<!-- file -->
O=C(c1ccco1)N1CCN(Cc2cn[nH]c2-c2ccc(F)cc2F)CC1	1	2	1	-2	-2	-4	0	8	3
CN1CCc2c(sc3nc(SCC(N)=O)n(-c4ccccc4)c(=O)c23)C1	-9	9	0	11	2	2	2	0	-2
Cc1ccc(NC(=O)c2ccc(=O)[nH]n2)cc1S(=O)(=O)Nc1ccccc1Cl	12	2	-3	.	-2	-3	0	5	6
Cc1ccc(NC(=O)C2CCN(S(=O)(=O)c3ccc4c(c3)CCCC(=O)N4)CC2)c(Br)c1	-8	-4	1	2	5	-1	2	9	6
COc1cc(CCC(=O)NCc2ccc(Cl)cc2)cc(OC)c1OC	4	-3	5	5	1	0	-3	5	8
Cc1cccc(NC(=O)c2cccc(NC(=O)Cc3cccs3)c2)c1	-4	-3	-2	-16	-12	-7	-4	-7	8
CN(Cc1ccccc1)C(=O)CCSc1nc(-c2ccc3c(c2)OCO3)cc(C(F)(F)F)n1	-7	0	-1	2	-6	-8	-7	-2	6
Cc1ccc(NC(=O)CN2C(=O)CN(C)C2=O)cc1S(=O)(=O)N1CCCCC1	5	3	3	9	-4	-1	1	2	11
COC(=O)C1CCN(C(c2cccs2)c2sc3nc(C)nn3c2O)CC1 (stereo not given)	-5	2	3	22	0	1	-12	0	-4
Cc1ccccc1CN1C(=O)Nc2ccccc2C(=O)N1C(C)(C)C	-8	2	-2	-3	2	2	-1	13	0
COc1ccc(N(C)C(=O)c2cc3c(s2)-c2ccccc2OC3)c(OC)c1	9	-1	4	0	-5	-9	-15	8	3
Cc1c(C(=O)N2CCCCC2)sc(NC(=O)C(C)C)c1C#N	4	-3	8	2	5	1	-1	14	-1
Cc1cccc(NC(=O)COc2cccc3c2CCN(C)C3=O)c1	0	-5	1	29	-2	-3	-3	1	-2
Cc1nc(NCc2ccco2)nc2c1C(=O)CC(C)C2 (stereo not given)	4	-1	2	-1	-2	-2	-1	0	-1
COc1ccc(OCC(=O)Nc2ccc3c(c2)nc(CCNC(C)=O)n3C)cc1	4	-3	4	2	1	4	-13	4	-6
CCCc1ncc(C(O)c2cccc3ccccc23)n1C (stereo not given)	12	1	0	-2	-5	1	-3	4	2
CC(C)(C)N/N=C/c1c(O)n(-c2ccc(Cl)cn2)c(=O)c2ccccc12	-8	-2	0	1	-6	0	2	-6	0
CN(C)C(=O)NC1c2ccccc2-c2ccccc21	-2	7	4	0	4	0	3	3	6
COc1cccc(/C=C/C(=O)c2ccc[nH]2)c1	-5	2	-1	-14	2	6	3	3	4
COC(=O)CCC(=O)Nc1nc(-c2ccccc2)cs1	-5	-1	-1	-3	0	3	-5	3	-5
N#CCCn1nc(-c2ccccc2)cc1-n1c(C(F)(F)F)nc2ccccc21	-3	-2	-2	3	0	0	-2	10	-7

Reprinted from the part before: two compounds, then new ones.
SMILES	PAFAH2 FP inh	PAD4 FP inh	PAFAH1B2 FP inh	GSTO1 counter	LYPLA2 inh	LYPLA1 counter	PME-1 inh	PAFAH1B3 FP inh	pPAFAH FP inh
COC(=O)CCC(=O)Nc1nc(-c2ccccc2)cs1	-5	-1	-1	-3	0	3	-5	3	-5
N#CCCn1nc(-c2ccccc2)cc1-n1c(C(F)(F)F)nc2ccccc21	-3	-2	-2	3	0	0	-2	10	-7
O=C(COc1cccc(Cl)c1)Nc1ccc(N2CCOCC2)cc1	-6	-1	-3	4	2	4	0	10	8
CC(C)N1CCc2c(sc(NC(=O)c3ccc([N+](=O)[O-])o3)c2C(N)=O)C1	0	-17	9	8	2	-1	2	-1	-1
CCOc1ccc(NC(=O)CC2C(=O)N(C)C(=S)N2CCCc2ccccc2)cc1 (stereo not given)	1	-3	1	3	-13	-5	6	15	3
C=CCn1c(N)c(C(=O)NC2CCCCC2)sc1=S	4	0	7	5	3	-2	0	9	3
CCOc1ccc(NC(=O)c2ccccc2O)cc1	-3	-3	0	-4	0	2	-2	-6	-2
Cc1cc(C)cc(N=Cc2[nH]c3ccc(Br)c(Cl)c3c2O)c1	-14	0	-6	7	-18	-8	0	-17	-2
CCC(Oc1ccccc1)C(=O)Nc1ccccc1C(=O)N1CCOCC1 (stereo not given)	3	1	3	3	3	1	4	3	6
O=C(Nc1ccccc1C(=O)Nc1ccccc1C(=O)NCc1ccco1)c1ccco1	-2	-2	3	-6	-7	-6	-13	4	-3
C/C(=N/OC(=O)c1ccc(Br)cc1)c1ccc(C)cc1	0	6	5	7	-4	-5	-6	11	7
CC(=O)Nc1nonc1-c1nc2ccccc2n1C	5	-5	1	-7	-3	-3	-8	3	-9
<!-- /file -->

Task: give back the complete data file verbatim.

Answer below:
O=C(c1ccco1)N1CCN(Cc2cn[nH]c2-c2ccc(F)cc2F)CC1	1	2	1	-2	-2	-4	0	8	3
CN1CCc2c(sc3nc(SCC(N)=O)n(-c4ccccc4)c(=O)c23)C1	-9	9	0	11	2	2	2	0	-2
Cc1ccc(NC(=O)c2ccc(=O)[nH]n2)cc1S(=O)(=O)Nc1ccccc1Cl	12	2	-3	.	-2	-3	0	5	6
Cc1ccc(NC(=O)C2CCN(S(=O)(=O)c3ccc4c(c3)CCCC(=O)N4)CC2)c(Br)c1	-8	-4	1	2	5	-1	2	9	6
COc1cc(CCC(=O)NCc2ccc(Cl)cc2)cc(OC)c1OC	4	-3	5	5	1	0	-3	5	8
Cc1cccc(NC(=O)c2cccc(NC(=O)Cc3cccs3)c2)c1	-4	-3	-2	-16	-12	-7	-4	-7	8
CN(Cc1ccccc1)C(=O)CCSc1nc(-c2ccc3c(c2)OCO3)cc(C(F)(F)F)n1	-7	0	-1	2	-6	-8	-7	-2	6
Cc1ccc(NC(=O)CN2C(=O)CN(C)C2=O)cc1S(=O)(=O)N1CCCCC1	5	3	3	9	-4	-1	1	2	11
COC(=O)C1CCN(C(c2cccs2)c2sc3nc(C)nn3c2O)CC1 (stereo not given)	-5	2	3	22	0	1	-12	0	-4
Cc1ccccc1CN1C(=O)Nc2ccccc2C(=O)N1C(C)(C)C	-8	2	-2	-3	2	2	-1	13	0
COc1ccc(N(C)C(=O)c2cc3c(s2)-c2ccccc2OC3)c(OC)c1	9	-1	4	0	-5	-9	-15	8	3
Cc1c(C(=O)N2CCCCC2)sc(NC(=O)C(C)C)c1C#N	4	-3	8	2	5	1	-1	14	-1
Cc1cccc(NC(=O)COc2cccc3c2CCN(C)C3=O)c1	0	-5	1	29	-2	-3	-3	1	-2
Cc1nc(NCc2ccco2)nc2c1C(=O)CC(C)C2 (stereo not given)	4	-1	2	-1	-2	-2	-1	0	-1
COc1ccc(OCC(=O)Nc2ccc3c(c2)nc(CCNC(C)=O)n3C)cc1	4	-3	4	2	1	4	-13	4	-6
CCCc1ncc(C(O)c2cccc3ccccc23)n1C (stereo not given)	12	1	0	-2	-5	1	-3	4	2
CC(C)(C)N/N=C/c1c(O)n(-c2ccc(Cl)cn2)c(=O)c2ccccc12	-8	-2	0	1	-6	0	2	-6	0
CN(C)C(=O)NC1c2ccccc2-c2ccccc21	-2	7	4	0	4	0	3	3	6
COc1cccc(/C=C/C(=O)c2ccc[nH]2)c1	-5	2	-1	-14	2	6	3	3	4
COC(=O)CCC(=O)Nc1nc(-c2ccccc2)cs1	-5	-1	-1	-3	0	3	-5	3	-5
N#CCCn1nc(-c2ccccc2)cc1-n1c(C(F)(F)F)nc2ccccc21	-3	-2	-2	3	0	0	-2	10	-7

Reprinted from the part before: two compounds, then new ones.
SMILES	PAFAH2 FP inh	PAD4 FP inh	PAFAH1B2 FP inh	GSTO1 counter	LYPLA2 inh	LYPLA1 counter	PME-1 inh	PAFAH1B3 FP inh	pPAFAH FP inh
COC(=O)CCC(=O)Nc1nc(-c2ccccc2)cs1	-5	-1	-1	-3	0	3	-5	3	-5
N#CCCn1nc(-c2ccccc2)cc1-n1c(C(F)(F)F)nc2ccccc21	-3	-2	-2	3	0	0	-2	10	-7
O=C(COc1cccc(Cl)c1)Nc1ccc(N2CCOCC2)cc1	-6	-1	-3	4	2	4	0	10	8
CC(C)N1CCc2c(sc(NC(=O)c3ccc([N+](=O)[O-])o3)c2C(N)=O)C1	0	-17	9	8	2	-1	2	-1	-1
CCOc1ccc(NC(=O)CC2C(=O)N(C)C(=S)N2CCCc2ccccc2)cc1 (stereo not given)	1	-3	1	3	-13	-5	6	15	3
C=CCn1c(N)c(C(=O)NC2CCCCC2)sc1=S	4	0	7	5	3	-2	0	9	3
CCOc1ccc(NC(=O)c2ccccc2O)cc1	-3	-3	0	-4	0	2	-2	-6	-2
Cc1cc(C)cc(N=Cc2[nH]c3ccc(Br)c(Cl)c3c2O)c1	-14	0	-6	7	-18	-8	0	-17	-2
CCC(Oc1ccccc1)C(=O)Nc1ccccc1C(=O)N1CCOCC1 (stereo not given)	3	1	3	3	3	1	4	3	6
O=C(Nc1ccccc1C(=O)Nc1ccccc1C(=O)NCc1ccco1)c1ccco1	-2	-2	3	-6	-7	-6	-13	4	-3
C/C(=N/OC(=O)c1ccc(Br)cc1)c1ccc(C)cc1	0	6	5	7	-4	-5	-6	11	7
CC(=O)Nc1nonc1-c1nc2ccccc2n1C	5	-5	1	-7	-3	-3	-8	3	-9